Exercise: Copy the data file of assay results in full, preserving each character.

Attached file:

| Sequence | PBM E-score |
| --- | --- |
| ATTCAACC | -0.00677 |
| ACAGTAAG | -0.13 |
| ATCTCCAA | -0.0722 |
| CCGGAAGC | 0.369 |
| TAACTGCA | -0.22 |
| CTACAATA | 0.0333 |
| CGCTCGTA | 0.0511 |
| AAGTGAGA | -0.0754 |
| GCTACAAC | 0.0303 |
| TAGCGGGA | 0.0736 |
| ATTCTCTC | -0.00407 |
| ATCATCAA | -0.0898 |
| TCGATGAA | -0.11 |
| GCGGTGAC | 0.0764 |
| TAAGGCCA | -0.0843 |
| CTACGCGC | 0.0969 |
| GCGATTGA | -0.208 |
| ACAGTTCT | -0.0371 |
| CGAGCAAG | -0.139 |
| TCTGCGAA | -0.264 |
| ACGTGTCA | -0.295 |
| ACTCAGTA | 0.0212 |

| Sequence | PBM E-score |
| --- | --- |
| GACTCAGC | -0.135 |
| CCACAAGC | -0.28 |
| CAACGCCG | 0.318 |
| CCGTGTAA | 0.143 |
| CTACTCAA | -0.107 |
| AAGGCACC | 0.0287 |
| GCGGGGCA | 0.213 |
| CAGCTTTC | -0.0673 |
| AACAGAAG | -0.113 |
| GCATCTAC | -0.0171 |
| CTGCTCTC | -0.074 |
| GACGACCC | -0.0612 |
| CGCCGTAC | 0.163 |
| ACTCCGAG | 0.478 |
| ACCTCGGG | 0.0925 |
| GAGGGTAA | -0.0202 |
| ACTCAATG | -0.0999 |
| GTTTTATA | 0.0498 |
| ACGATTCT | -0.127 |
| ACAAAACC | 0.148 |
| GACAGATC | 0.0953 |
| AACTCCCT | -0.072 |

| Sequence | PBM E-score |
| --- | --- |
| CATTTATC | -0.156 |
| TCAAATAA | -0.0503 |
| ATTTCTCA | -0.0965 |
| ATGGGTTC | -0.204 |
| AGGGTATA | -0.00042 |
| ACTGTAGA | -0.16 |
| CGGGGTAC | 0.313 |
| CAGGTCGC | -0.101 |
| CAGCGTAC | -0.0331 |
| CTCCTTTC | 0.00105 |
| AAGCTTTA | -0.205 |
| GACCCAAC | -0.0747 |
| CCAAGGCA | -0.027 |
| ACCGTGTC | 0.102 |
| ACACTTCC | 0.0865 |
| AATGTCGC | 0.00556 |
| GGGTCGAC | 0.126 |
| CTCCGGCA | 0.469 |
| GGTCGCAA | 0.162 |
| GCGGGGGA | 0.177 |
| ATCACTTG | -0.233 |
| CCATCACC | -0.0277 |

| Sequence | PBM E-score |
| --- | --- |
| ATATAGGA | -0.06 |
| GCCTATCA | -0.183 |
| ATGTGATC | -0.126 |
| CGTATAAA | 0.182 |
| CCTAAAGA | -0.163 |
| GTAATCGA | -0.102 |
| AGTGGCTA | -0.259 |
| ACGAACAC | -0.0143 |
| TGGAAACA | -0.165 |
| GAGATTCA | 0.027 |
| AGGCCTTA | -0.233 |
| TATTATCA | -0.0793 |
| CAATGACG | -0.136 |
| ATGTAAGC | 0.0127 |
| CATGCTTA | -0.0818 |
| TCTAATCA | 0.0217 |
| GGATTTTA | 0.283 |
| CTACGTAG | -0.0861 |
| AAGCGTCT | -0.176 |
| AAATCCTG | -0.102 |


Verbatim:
| Sequence | PBM E-score |
| --- | --- |
| ATTCAACC | -0.00677 |
| ACAGTAAG | -0.13 |
| ATCTCCAA | -0.0722 |
| CCGGAAGC | 0.369 |
| TAACTGCA | -0.22 |
| CTACAATA | 0.0333 |
| CGCTCGTA | 0.0511 |
| AAGTGAGA | -0.0754 |
| GCTACAAC | 0.0303 |
| TAGCGGGA | 0.0736 |
| ATTCTCTC | -0.00407 |
| ATCATCAA | -0.0898 |
| TCGATGAA | -0.11 |
| GCGGTGAC | 0.0764 |
| TAAGGCCA | -0.0843 |
| CTACGCGC | 0.0969 |
| GCGATTGA | -0.208 |
| ACAGTTCT | -0.0371 |
| CGAGCAAG | -0.139 |
| TCTGCGAA | -0.264 |
| ACGTGTCA | -0.295 |
| ACTCAGTA | 0.0212 |

| Sequence | PBM E-score |
| --- | --- |
| GACTCAGC | -0.135 |
| CCACAAGC | -0.28 |
| CAACGCCG | 0.318 |
| CCGTGTAA | 0.143 |
| CTACTCAA | -0.107 |
| AAGGCACC | 0.0287 |
| GCGGGGCA | 0.213 |
| CAGCTTTC | -0.0673 |
| AACAGAAG | -0.113 |
| GCATCTAC | -0.0171 |
| CTGCTCTC | -0.074 |
| GACGACCC | -0.0612 |
| CGCCGTAC | 0.163 |
| ACTCCGAG | 0.478 |
| ACCTCGGG | 0.0925 |
| GAGGGTAA | -0.0202 |
| ACTCAATG | -0.0999 |
| GTTTTATA | 0.0498 |
| ACGATTCT | -0.127 |
| ACAAAACC | 0.148 |
| GACAGATC | 0.0953 |
| AACTCCCT | -0.072 |

| Sequence | PBM E-score |
| --- | --- |
| CATTTATC | -0.156 |
| TCAAATAA | -0.0503 |
| ATTTCTCA | -0.0965 |
| ATGGGTTC | -0.204 |
| AGGGTATA | -0.00042 |
| ACTGTAGA | -0.16 |
| CGGGGTAC | 0.313 |
| CAGGTCGC | -0.101 |
| CAGCGTAC | -0.0331 |
| CTCCTTTC | 0.00105 |
| AAGCTTTA | -0.205 |
| GACCCAAC | -0.0747 |
| CCAAGGCA | -0.027 |
| ACCGTGTC | 0.102 |
| ACACTTCC | 0.0865 |
| AATGTCGC | 0.00556 |
| GGGTCGAC | 0.126 |
| CTCCGGCA | 0.469 |
| GGTCGCAA | 0.162 |
| GCGGGGGA | 0.177 |
| ATCACTTG | -0.233 |
| CCATCACC | -0.0277 |

| Sequence | PBM E-score |
| --- | --- |
| ATATAGGA | -0.06 |
| GCCTATCA | -0.183 |
| ATGTGATC | -0.126 |
| CGTATAAA | 0.182 |
| CCTAAAGA | -0.163 |
| GTAATCGA | -0.102 |
| AGTGGCTA | -0.259 |
| ACGAACAC | -0.0143 |
| TGGAAACA | -0.165 |
| GAGATTCA | 0.027 |
| AGGCCTTA | -0.233 |
| TATTATCA | -0.0793 |
| CAATGACG | -0.136 |
| ATGTAAGC | 0.0127 |
| CATGCTTA | -0.0818 |
| TCTAATCA | 0.0217 |
| GGATTTTA | 0.283 |
| CTACGTAG | -0.0861 |
| AAGCGTCT | -0.176 |
| AAATCCTG | -0.102 |